With letters from women, the screenwriter and moderator Walther von Hollander tried to understand why rates of divorce shot up in Germany after the war. The core reason was how well women took on responsibilities that used to be reserved for men. That translated into control over their money and, as an extension, a new sexual freedom. And these changes were happening on a home front where the women fought to survive the bombardments and invasion. Women saw themselves as soldiers as much as their men. Husbands had no right to claim special privileges when they got home.

Hollander also had to admit part of the problem was simple. The men had lost the war.

But as a wise female physician observed, they returned not infrequently with the look of winners. “Women,” the physician said, “entrusted their lives to the men, and even trustingly followed them into the war, which they rejected internally. The women knew a long time ago that the war was lost. But the men assured them that they would still win it. Now, after the defeat, they cannot demand that we continue to entrust ourselves to their leadership.

What about couples who stayed together? A 1948 episode of the radio show “Guten Morgen, liebe Hausfrau” offered advice for a good postwar marriage.

Men live on illusions! To let him have them — that’s the secret of a cleverly conducted marriage. Why take away his illusion that he’s the lord of the house?(2)



(1) My translation from Baum p.95.

(2) My translation from Baum p.96

Photo: Bundesarchiv, Bild 183-P0506-505 / CC-BY-SA 3.0

Help! Where in #Germany is this?


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Does anyone have any idea where this photo was taken?

The man in the photo is the father of one of my American readers. He’s in front of a Military Government building, but she’s not sure where in Germany it was. Here’s the general information she was able to give me:

“My dad was an army surgeon with the 27th evacuation hospital.

In Germany they served at Dreisen, Hosbach, Feuchtwangen, Starnberg and
Darmstadt. They treated victims from all countries and were among the first
to help the victims at Dachau.
I’m assuming this is from 1945.”


If you recognize the building in this photo, please contact me. Thanks!

The Girl and the Dwarf King, or a POW’s fairy tale


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Das MäschenI have two small daughters, and I can be a bit sappy about that, so I couldn’t resist a post about Das Mädchen und der Zwergkönig, a fairy tale written by a German prisoner of war for his daughter Helga in 1945/46. I was cleaning out one of those dusty corners of my bedroom and found the little green book tucked away and forgotten. But its sentiment — the love the author had for a daughter he’d never seen — shouldn’t be.

Once there was a little girl who lived many years alone with her mother because her father was away at war.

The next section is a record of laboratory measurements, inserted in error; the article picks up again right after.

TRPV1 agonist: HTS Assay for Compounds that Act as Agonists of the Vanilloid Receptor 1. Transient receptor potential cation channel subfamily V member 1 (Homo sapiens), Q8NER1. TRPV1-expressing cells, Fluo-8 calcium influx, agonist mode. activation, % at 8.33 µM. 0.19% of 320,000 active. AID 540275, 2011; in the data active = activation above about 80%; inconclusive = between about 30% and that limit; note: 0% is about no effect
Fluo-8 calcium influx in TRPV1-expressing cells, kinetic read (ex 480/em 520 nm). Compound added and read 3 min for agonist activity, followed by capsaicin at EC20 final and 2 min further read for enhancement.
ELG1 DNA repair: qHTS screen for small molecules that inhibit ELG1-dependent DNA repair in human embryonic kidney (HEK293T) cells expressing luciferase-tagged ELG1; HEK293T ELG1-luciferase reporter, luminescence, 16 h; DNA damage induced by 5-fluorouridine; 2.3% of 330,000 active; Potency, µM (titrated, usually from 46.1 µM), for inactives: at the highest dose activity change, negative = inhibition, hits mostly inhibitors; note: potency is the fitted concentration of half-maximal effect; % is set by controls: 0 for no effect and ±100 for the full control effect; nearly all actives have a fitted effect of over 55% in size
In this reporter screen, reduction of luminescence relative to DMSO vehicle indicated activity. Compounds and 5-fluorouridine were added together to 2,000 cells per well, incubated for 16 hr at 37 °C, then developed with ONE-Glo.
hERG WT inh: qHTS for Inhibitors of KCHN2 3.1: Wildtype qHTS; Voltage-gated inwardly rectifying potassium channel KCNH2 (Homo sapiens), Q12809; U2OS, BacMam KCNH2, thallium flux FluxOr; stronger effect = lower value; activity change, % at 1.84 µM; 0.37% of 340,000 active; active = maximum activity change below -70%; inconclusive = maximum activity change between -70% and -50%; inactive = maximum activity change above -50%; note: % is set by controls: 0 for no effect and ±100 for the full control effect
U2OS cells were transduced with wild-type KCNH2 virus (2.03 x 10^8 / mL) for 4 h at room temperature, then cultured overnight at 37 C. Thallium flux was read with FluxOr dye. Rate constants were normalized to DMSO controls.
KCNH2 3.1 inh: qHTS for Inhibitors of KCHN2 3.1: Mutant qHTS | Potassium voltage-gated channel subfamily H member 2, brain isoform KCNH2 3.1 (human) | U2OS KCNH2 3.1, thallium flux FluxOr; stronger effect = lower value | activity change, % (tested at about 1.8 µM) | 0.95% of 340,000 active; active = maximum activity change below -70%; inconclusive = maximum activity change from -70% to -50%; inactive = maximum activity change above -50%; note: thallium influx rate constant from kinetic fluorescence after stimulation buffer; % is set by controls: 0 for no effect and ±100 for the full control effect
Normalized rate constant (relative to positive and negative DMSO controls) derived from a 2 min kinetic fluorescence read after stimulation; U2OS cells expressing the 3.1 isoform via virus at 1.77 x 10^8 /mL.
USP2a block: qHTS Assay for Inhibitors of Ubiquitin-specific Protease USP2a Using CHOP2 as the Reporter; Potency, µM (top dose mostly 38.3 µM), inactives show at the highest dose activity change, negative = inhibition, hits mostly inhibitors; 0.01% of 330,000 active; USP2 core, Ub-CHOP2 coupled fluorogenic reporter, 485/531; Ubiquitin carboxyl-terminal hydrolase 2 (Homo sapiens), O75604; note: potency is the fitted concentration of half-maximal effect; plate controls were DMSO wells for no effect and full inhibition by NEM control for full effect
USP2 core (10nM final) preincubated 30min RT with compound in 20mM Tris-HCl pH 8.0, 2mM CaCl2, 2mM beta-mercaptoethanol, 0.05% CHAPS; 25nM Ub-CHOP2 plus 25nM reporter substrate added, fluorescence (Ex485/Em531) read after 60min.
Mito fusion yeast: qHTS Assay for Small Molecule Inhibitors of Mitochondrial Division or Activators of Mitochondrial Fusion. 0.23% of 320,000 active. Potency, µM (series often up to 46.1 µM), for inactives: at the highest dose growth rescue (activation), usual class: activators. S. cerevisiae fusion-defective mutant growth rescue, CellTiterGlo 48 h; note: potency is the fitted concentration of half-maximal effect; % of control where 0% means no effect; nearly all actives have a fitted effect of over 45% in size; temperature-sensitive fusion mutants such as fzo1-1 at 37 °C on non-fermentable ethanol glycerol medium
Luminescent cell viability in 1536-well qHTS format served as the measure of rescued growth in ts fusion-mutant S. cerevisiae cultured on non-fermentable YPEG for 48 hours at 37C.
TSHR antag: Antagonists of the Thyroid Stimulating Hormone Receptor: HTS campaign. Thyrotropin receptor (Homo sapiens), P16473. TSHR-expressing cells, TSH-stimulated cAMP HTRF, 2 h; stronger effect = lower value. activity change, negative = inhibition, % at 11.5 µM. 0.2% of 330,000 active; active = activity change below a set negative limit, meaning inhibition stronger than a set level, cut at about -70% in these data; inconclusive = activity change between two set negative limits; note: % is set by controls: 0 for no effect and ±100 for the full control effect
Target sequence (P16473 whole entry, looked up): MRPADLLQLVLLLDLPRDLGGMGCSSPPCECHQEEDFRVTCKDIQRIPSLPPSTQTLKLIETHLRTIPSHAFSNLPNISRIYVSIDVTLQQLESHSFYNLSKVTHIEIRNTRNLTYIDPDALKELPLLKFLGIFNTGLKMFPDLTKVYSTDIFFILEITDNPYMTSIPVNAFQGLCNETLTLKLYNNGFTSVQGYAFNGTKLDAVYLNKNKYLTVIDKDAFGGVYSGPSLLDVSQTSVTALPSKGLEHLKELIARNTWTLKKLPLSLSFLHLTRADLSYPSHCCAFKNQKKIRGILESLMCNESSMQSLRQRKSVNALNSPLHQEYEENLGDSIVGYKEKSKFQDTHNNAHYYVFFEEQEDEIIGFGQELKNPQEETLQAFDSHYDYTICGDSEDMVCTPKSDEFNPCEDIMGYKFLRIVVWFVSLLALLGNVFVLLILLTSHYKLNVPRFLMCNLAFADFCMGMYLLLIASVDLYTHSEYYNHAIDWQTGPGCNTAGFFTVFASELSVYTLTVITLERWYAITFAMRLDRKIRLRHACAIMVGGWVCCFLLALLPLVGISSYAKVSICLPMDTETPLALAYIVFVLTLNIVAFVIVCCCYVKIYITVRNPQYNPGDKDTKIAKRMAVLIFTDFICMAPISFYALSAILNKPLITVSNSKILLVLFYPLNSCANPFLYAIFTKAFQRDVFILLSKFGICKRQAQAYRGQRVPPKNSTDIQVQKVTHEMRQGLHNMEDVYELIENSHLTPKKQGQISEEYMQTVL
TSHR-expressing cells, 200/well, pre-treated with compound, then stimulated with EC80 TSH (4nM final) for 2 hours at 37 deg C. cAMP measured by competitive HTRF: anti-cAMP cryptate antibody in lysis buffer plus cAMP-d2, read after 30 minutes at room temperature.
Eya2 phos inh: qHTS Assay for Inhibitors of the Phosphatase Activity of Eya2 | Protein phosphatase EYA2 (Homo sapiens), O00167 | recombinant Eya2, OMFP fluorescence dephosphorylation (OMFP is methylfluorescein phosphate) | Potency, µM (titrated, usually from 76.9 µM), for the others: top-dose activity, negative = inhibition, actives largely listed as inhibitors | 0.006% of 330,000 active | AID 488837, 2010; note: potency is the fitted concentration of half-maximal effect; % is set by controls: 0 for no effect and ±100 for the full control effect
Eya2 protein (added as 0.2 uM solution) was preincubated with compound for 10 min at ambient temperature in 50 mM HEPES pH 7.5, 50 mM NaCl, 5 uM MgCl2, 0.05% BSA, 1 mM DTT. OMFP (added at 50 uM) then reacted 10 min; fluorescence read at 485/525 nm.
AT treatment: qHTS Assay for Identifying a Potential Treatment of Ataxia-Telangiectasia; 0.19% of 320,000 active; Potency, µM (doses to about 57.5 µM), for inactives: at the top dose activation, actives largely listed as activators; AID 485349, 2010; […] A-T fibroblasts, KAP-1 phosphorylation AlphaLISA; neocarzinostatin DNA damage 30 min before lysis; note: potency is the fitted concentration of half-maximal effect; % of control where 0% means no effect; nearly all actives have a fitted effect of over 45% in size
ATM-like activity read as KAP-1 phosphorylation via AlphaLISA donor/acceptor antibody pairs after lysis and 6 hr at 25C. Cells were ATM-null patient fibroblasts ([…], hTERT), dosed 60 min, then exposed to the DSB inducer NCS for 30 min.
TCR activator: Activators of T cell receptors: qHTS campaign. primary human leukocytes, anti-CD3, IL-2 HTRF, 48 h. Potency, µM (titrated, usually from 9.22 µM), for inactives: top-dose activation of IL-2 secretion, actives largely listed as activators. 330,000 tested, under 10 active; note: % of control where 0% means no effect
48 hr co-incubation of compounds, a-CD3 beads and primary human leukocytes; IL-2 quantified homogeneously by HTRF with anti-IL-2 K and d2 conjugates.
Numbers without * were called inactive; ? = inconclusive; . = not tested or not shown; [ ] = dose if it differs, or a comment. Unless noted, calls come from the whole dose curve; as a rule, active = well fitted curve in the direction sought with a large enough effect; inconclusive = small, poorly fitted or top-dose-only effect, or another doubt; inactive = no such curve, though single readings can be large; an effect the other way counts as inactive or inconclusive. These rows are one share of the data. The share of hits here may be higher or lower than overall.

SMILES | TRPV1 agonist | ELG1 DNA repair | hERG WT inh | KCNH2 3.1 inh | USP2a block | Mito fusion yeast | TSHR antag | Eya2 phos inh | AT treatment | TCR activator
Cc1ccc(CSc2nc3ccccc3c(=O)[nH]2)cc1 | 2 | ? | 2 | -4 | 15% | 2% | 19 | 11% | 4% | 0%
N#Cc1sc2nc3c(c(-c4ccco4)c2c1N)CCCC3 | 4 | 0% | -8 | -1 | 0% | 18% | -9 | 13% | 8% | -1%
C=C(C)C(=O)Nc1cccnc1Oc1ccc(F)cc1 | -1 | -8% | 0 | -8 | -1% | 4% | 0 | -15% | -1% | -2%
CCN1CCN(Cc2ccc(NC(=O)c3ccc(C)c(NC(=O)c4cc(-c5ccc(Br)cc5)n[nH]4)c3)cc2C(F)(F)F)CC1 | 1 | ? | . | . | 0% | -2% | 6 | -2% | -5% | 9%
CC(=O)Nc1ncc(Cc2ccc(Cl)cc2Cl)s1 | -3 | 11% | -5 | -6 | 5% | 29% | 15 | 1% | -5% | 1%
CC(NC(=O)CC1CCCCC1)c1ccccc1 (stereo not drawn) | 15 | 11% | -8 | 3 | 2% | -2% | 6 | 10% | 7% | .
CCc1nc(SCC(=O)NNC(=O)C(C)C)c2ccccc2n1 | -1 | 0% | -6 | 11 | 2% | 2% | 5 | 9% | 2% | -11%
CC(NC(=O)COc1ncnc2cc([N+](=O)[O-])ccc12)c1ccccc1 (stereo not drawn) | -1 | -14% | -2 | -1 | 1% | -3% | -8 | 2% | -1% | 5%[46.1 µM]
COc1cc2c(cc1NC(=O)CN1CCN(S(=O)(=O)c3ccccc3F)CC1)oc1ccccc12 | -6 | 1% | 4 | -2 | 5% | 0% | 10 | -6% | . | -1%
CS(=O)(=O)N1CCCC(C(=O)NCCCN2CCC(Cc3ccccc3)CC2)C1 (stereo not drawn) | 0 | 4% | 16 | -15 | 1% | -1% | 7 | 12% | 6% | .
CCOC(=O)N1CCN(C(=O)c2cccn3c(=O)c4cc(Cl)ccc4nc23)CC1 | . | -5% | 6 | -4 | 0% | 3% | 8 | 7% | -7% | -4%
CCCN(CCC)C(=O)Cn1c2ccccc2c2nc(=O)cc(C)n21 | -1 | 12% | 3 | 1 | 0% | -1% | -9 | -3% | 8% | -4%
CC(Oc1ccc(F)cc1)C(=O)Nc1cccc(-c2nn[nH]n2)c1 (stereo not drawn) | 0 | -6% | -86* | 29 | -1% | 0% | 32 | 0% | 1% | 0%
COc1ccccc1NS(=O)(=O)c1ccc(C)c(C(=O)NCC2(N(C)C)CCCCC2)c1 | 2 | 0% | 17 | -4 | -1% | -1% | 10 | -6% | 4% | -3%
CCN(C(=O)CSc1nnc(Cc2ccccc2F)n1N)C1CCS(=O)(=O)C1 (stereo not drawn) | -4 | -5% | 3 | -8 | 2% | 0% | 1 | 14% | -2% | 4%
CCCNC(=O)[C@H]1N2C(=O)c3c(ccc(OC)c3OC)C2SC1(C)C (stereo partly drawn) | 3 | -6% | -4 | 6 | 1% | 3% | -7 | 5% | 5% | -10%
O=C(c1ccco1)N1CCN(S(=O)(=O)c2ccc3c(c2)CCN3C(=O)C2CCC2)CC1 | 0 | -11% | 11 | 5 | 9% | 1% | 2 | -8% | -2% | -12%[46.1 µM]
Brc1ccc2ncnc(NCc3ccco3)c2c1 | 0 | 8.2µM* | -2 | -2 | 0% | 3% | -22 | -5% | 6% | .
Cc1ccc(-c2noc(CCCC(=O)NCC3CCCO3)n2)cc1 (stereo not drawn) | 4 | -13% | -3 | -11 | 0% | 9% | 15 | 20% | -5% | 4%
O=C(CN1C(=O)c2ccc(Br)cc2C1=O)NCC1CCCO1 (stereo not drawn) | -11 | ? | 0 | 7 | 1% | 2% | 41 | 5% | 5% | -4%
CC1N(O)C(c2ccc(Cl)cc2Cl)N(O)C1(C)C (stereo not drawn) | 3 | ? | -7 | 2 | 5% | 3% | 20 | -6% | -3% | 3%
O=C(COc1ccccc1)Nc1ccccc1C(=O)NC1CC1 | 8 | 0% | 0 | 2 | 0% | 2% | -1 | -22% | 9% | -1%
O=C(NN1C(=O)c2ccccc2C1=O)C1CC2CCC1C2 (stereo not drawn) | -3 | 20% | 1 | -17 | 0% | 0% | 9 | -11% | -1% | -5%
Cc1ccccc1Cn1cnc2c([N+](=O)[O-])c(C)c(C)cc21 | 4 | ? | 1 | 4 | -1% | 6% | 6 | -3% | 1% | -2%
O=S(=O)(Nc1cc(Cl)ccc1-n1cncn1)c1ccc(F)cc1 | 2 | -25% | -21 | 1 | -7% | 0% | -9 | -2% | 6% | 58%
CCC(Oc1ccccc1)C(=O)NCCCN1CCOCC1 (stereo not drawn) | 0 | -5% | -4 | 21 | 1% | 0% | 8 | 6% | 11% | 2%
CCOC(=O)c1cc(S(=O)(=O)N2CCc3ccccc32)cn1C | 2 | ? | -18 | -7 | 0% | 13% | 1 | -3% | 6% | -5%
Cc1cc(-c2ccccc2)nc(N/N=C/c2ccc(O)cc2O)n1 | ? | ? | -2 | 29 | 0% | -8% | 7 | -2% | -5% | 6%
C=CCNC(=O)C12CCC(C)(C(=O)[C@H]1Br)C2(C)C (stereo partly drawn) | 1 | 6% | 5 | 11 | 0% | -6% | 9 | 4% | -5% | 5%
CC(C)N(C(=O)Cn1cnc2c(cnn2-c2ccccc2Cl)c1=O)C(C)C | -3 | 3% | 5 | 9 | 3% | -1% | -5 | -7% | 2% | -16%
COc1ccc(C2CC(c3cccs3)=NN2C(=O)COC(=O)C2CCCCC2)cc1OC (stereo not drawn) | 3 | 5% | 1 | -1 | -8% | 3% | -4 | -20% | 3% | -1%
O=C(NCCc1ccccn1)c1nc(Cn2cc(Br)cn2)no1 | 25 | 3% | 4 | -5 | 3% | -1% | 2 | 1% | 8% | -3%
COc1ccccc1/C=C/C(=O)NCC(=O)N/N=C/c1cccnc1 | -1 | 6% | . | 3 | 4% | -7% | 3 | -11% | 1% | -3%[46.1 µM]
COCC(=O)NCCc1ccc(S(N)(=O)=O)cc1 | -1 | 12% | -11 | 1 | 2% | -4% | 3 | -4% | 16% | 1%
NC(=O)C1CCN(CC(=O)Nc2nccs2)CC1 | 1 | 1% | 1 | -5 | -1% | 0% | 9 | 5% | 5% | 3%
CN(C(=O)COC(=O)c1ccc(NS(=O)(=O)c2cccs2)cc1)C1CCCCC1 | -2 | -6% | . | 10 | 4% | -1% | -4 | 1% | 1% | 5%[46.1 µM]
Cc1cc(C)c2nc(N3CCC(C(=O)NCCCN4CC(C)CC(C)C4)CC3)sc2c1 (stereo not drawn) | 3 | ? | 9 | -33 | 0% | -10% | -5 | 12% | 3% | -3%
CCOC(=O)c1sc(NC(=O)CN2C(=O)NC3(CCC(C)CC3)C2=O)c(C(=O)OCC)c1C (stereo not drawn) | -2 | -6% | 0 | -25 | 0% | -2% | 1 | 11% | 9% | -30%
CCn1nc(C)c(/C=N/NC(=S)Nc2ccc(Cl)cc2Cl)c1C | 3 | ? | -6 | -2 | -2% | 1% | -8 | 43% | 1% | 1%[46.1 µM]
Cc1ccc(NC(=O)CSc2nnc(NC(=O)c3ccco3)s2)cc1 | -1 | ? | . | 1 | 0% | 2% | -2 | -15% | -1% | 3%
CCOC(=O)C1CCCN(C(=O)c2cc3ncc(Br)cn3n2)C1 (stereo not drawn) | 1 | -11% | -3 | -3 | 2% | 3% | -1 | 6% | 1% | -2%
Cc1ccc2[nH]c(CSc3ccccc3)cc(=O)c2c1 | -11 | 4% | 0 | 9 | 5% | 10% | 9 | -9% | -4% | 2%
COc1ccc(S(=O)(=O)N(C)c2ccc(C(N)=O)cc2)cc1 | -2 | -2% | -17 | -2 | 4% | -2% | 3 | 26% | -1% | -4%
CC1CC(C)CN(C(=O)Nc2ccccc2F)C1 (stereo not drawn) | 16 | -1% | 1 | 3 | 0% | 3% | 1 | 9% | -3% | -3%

That’s the first line of the book, under the chapter title: How Little Helga Freed her Papa.

The story starts with a problem children all over postwar Europe knew: Helga’s family had no more food. So she sets off into the forest to pick berries. But they weren’t hers to pick; the Dwarf King shows up angry at her theft. To make good, she picks the sweetest ones high in the bushes for him. After the dwarf stuffs himself, he’s in a better mood and gives the girl a wish. She asks if her Papa is still alive. Yes, said the dwarf, and he proceeds to give her hints how she can cross the big forest to the castle where her Papa and other soldiers were held captive.

That these were German soldiers and this was WW2 was beside the point. For the purposes of the fairy tale, there was no politics. Just a girl looking for her father. Clemens Köster wrote and illustrated the story while a prisoner of war in France. There’s not much information about what exactly he did in Reims, but it’s clear someone helped him get the paper, ink, watercolors and brushes that he used to write the book and paint pictures of Helga, the Dwarf King and his helpers, and other characters. Somehow, I’m not all that surprised a POW of all people managed to find those supplies, even in a postwar France slowly recovering from German occupation.

In 1946 Köster carried the book with him when he returned to Germany. He found his 4-year-old daughter in the hospital with scarlet fever. Later she described bits of the scene in interviews. She had never seen him before, but his picture sat next to her bed. When he came in, she immediately called out, “Papi!” And he presented her the book as his gift.

Years later when Helga was diagnosed with cancer, she remembered the little book that she had loved as a child and read to her three children. The Bayerischen Krebsgesellschaft published it in 2006 and all proceeds went to cancer research.



Postwar photos for everyone


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A few years back, the Bundesarchiv (German Federal Archive) announced it was donating tens of thousands of photos to Wikimedia Deutschland. The result has been a treasure trove for anybody interested in German history. I’m grateful for the donation, and here are just a few of the great postwar images we all get to see because of the Bundesarchiv’s generosity.